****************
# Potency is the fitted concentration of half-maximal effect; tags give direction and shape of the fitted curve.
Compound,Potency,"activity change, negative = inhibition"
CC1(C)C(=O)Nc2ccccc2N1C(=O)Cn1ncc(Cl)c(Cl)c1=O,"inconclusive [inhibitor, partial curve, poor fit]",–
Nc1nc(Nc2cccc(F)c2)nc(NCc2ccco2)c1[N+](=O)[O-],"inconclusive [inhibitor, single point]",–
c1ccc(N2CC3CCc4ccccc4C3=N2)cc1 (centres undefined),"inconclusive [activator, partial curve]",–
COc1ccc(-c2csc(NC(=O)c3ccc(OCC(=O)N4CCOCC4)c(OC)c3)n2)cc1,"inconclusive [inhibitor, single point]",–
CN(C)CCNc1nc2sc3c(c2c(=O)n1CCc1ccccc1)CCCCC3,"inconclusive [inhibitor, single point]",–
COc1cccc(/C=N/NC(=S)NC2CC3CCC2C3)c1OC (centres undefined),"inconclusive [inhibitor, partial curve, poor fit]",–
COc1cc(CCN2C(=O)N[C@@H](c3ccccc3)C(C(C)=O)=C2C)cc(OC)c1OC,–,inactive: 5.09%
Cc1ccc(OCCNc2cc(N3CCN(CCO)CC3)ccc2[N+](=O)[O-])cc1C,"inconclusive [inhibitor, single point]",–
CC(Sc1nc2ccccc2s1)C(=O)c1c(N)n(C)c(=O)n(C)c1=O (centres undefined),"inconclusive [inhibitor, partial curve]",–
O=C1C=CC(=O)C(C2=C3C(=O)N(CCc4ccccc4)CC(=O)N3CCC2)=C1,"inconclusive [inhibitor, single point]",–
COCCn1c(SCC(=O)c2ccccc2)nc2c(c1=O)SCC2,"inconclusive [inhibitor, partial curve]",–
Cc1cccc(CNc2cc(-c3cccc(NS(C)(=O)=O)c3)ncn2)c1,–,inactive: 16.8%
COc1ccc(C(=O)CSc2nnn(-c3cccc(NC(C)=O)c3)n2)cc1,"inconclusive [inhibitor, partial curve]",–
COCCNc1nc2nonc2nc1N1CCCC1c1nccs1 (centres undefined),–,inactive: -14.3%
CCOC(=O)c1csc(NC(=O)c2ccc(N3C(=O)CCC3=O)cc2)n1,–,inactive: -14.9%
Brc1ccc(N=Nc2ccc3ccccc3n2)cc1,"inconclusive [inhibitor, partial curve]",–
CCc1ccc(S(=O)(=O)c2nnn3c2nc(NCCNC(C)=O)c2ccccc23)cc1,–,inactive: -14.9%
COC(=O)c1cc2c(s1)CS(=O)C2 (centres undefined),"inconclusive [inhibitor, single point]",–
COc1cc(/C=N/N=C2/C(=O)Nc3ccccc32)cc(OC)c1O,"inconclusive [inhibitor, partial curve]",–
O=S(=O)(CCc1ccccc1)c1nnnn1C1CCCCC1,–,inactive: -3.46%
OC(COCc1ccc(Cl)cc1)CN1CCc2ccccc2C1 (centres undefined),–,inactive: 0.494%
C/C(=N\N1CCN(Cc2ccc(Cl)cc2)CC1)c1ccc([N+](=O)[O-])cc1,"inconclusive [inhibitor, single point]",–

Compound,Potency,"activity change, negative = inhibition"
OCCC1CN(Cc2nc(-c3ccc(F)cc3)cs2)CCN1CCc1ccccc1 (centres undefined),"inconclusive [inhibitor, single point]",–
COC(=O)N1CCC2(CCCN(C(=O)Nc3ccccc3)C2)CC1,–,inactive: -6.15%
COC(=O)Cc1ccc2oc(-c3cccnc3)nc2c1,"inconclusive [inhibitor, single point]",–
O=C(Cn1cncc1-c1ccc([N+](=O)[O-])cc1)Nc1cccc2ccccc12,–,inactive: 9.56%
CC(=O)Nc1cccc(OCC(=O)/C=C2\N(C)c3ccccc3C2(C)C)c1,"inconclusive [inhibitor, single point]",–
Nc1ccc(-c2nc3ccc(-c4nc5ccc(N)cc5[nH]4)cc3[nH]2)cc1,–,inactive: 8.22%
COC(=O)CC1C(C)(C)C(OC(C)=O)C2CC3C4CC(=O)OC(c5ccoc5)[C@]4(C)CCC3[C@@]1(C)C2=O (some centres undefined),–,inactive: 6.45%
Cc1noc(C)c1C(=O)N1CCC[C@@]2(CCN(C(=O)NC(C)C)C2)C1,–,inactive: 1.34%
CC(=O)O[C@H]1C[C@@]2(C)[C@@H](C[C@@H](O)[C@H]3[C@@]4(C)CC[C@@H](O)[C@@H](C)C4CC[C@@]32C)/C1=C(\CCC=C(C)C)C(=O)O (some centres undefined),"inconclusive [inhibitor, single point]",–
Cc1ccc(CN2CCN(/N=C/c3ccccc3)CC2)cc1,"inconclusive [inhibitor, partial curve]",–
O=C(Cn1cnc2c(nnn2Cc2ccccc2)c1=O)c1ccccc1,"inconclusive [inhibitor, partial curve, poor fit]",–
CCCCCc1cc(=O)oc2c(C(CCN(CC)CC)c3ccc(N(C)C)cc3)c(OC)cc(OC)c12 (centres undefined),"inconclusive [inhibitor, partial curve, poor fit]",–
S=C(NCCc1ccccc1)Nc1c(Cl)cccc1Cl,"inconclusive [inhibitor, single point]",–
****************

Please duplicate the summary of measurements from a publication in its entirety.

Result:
# Potency is the fitted concentration of half-maximal effect; tags give direction and shape of the fitted curve.
Compound,Potency,"activity change, negative = inhibition"
CC1(C)C(=O)Nc2ccccc2N1C(=O)Cn1ncc(Cl)c(Cl)c1=O,"inconclusive [inhibitor, partial curve, poor fit]",–
Nc1nc(Nc2cccc(F)c2)nc(NCc2ccco2)c1[N+](=O)[O-],"inconclusive [inhibitor, single point]",–
c1ccc(N2CC3CCc4ccccc4C3=N2)cc1 (centres undefined),"inconclusive [activator, partial curve]",–
COc1ccc(-c2csc(NC(=O)c3ccc(OCC(=O)N4CCOCC4)c(OC)c3)n2)cc1,"inconclusive [inhibitor, single point]",–
CN(C)CCNc1nc2sc3c(c2c(=O)n1CCc1ccccc1)CCCCC3,"inconclusive [inhibitor, single point]",–
COc1cccc(/C=N/NC(=S)NC2CC3CCC2C3)c1OC (centres undefined),"inconclusive [inhibitor, partial curve, poor fit]",–
COc1cc(CCN2C(=O)N[C@@H](c3ccccc3)C(C(C)=O)=C2C)cc(OC)c1OC,–,inactive: 5.09%
Cc1ccc(OCCNc2cc(N3CCN(CCO)CC3)ccc2[N+](=O)[O-])cc1C,"inconclusive [inhibitor, single point]",–
CC(Sc1nc2ccccc2s1)C(=O)c1c(N)n(C)c(=O)n(C)c1=O (centres undefined),"inconclusive [inhibitor, partial curve]",–
O=C1C=CC(=O)C(C2=C3C(=O)N(CCc4ccccc4)CC(=O)N3CCC2)=C1,"inconclusive [inhibitor, single point]",–
COCCn1c(SCC(=O)c2ccccc2)nc2c(c1=O)SCC2,"inconclusive [inhibitor, partial curve]",–
Cc1cccc(CNc2cc(-c3cccc(NS(C)(=O)=O)c3)ncn2)c1,–,inactive: 16.8%
COc1ccc(C(=O)CSc2nnn(-c3cccc(NC(C)=O)c3)n2)cc1,"inconclusive [inhibitor, partial curve]",–
COCCNc1nc2nonc2nc1N1CCCC1c1nccs1 (centres undefined),–,inactive: -14.3%
CCOC(=O)c1csc(NC(=O)c2ccc(N3C(=O)CCC3=O)cc2)n1,–,inactive: -14.9%
Brc1ccc(N=Nc2ccc3ccccc3n2)cc1,"inconclusive [inhibitor, partial curve]",–
CCc1ccc(S(=O)(=O)c2nnn3c2nc(NCCNC(C)=O)c2ccccc23)cc1,–,inactive: -14.9%
COC(=O)c1cc2c(s1)CS(=O)C2 (centres undefined),"inconclusive [inhibitor, single point]",–
COc1cc(/C=N/N=C2/C(=O)Nc3ccccc32)cc(OC)c1O,"inconclusive [inhibitor, partial curve]",–
O=S(=O)(CCc1ccccc1)c1nnnn1C1CCCCC1,–,inactive: -3.46%
OC(COCc1ccc(Cl)cc1)CN1CCc2ccccc2C1 (centres undefined),–,inactive: 0.494%
C/C(=N\N1CCN(Cc2ccc(Cl)cc2)CC1)c1ccc([N+](=O)[O-])cc1,"inconclusive [inhibitor, single point]",–

Compound,Potency,"activity change, negative = inhibition"
OCCC1CN(Cc2nc(-c3ccc(F)cc3)cs2)CCN1CCc1ccccc1 (centres undefined),"inconclusive [inhibitor, single point]",–
COC(=O)N1CCC2(CCCN(C(=O)Nc3ccccc3)C2)CC1,–,inactive: -6.15%
COC(=O)Cc1ccc2oc(-c3cccnc3)nc2c1,"inconclusive [inhibitor, single point]",–
O=C(Cn1cncc1-c1ccc([N+](=O)[O-])cc1)Nc1cccc2ccccc12,–,inactive: 9.56%
CC(=O)Nc1cccc(OCC(=O)/C=C2\N(C)c3ccccc3C2(C)C)c1,"inconclusive [inhibitor, single point]",–
Nc1ccc(-c2nc3ccc(-c4nc5ccc(N)cc5[nH]4)cc3[nH]2)cc1,–,inactive: 8.22%
COC(=O)CC1C(C)(C)C(OC(C)=O)C2CC3C4CC(=O)OC(c5ccoc5)[C@]4(C)CCC3[C@@]1(C)C2=O (some centres undefined),–,inactive: 6.45%
Cc1noc(C)c1C(=O)N1CCC[C@@]2(CCN(C(=O)NC(C)C)C2)C1,–,inactive: 1.34%
CC(=O)O[C@H]1C[C@@]2(C)[C@@H](C[C@@H](O)[C@H]3[C@@]4(C)CC[C@@H](O)[C@@H](C)C4CC[C@@]32C)/C1=C(\CCC=C(C)C)C(=O)O (some centres undefined),"inconclusive [inhibitor, single point]",–
Cc1ccc(CN2CCN(/N=C/c3ccccc3)CC2)cc1,"inconclusive [inhibitor, partial curve]",–
O=C(Cn1cnc2c(nnn2Cc2ccccc2)c1=O)c1ccccc1,"inconclusive [inhibitor, partial curve, poor fit]",–
CCCCCc1cc(=O)oc2c(C(CCN(CC)CC)c3ccc(N(C)C)cc3)c(OC)cc(OC)c12 (centres undefined),"inconclusive [inhibitor, partial curve, poor fit]",–
S=C(NCCc1ccccc1)Nc1c(Cl)cccc1Cl,"inconclusive [inhibitor, single point]",–